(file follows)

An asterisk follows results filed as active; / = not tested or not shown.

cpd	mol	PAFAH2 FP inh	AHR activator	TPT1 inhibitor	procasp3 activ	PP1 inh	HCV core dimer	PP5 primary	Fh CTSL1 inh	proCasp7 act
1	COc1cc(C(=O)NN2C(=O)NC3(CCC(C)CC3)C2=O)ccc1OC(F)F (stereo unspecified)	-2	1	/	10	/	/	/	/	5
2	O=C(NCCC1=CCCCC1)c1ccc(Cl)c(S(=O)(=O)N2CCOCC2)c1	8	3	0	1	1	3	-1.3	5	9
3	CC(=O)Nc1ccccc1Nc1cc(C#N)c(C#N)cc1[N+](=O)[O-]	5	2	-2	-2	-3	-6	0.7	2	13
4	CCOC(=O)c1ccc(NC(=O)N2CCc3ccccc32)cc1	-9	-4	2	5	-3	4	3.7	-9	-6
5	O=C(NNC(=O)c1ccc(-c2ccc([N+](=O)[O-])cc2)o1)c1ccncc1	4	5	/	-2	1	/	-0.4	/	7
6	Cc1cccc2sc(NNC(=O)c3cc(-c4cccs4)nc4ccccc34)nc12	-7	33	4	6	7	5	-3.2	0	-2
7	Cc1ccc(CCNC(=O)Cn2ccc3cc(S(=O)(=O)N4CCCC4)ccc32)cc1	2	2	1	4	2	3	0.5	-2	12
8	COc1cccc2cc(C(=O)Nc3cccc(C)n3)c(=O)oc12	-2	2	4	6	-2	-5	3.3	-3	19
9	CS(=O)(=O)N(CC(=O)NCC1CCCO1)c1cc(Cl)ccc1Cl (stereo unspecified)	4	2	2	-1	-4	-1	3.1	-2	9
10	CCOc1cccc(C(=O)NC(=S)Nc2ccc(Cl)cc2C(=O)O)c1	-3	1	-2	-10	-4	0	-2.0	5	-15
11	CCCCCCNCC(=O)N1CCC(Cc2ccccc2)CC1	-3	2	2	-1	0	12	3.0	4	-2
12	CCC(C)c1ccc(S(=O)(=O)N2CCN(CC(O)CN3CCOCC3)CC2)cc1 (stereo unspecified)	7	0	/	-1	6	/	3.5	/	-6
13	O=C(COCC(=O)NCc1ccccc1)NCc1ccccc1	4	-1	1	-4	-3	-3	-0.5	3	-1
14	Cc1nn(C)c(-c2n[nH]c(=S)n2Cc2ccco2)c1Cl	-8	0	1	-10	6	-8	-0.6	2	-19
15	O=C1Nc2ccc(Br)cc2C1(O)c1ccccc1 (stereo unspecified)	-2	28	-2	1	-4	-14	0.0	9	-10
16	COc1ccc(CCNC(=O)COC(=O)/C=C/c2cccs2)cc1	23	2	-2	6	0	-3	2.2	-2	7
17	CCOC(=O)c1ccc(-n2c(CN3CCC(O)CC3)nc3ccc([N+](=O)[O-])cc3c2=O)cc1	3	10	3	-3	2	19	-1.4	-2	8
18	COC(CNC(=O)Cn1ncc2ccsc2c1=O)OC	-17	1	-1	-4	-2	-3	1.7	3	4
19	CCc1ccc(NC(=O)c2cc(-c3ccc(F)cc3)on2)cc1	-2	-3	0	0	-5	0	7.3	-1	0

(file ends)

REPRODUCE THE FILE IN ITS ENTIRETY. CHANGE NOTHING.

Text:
An asterisk follows results filed as active; / = not tested or not shown.

cpd	mol	PAFAH2 FP inh	AHR activator	TPT1 inhibitor	procasp3 activ	PP1 inh	HCV core dimer	PP5 primary	Fh CTSL1 inh	proCasp7 act
1	COc1cc(C(=O)NN2C(=O)NC3(CCC(C)CC3)C2=O)ccc1OC(F)F (stereo unspecified)	-2	1	/	10	/	/	/	/	5
2	O=C(NCCC1=CCCCC1)c1ccc(Cl)c(S(=O)(=O)N2CCOCC2)c1	8	3	0	1	1	3	-1.3	5	9
3	CC(=O)Nc1ccccc1Nc1cc(C#N)c(C#N)cc1[N+](=O)[O-]	5	2	-2	-2	-3	-6	0.7	2	13
4	CCOC(=O)c1ccc(NC(=O)N2CCc3ccccc32)cc1	-9	-4	2	5	-3	4	3.7	-9	-6
5	O=C(NNC(=O)c1ccc(-c2ccc([N+](=O)[O-])cc2)o1)c1ccncc1	4	5	/	-2	1	/	-0.4	/	7
6	Cc1cccc2sc(NNC(=O)c3cc(-c4cccs4)nc4ccccc34)nc12	-7	33	4	6	7	5	-3.2	0	-2
7	Cc1ccc(CCNC(=O)Cn2ccc3cc(S(=O)(=O)N4CCCC4)ccc32)cc1	2	2	1	4	2	3	0.5	-2	12
8	COc1cccc2cc(C(=O)Nc3cccc(C)n3)c(=O)oc12	-2	2	4	6	-2	-5	3.3	-3	19
9	CS(=O)(=O)N(CC(=O)NCC1CCCO1)c1cc(Cl)ccc1Cl (stereo unspecified)	4	2	2	-1	-4	-1	3.1	-2	9
10	CCOc1cccc(C(=O)NC(=S)Nc2ccc(Cl)cc2C(=O)O)c1	-3	1	-2	-10	-4	0	-2.0	5	-15
11	CCCCCCNCC(=O)N1CCC(Cc2ccccc2)CC1	-3	2	2	-1	0	12	3.0	4	-2
12	CCC(C)c1ccc(S(=O)(=O)N2CCN(CC(O)CN3CCOCC3)CC2)cc1 (stereo unspecified)	7	0	/	-1	6	/	3.5	/	-6
13	O=C(COCC(=O)NCc1ccccc1)NCc1ccccc1	4	-1	1	-4	-3	-3	-0.5	3	-1
14	Cc1nn(C)c(-c2n[nH]c(=S)n2Cc2ccco2)c1Cl	-8	0	1	-10	6	-8	-0.6	2	-19
15	O=C1Nc2ccc(Br)cc2C1(O)c1ccccc1 (stereo unspecified)	-2	28	-2	1	-4	-14	0.0	9	-10
16	COc1ccc(CCNC(=O)COC(=O)/C=C/c2cccs2)cc1	23	2	-2	6	0	-3	2.2	-2	7
17	CCOC(=O)c1ccc(-n2c(CN3CCC(O)CC3)nc3ccc([N+](=O)[O-])cc3c2=O)cc1	3	10	3	-3	2	19	-1.4	-2	8
18	COC(CNC(=O)Cn1ncc2ccsc2c1=O)OC	-17	1	-1	-4	-2	-3	1.7	3	4
19	CCc1ccc(NC(=O)c2cc(-c3ccc(F)cc3)on2)cc1	-2	-3	0	0	-5	0	7.3	-1	0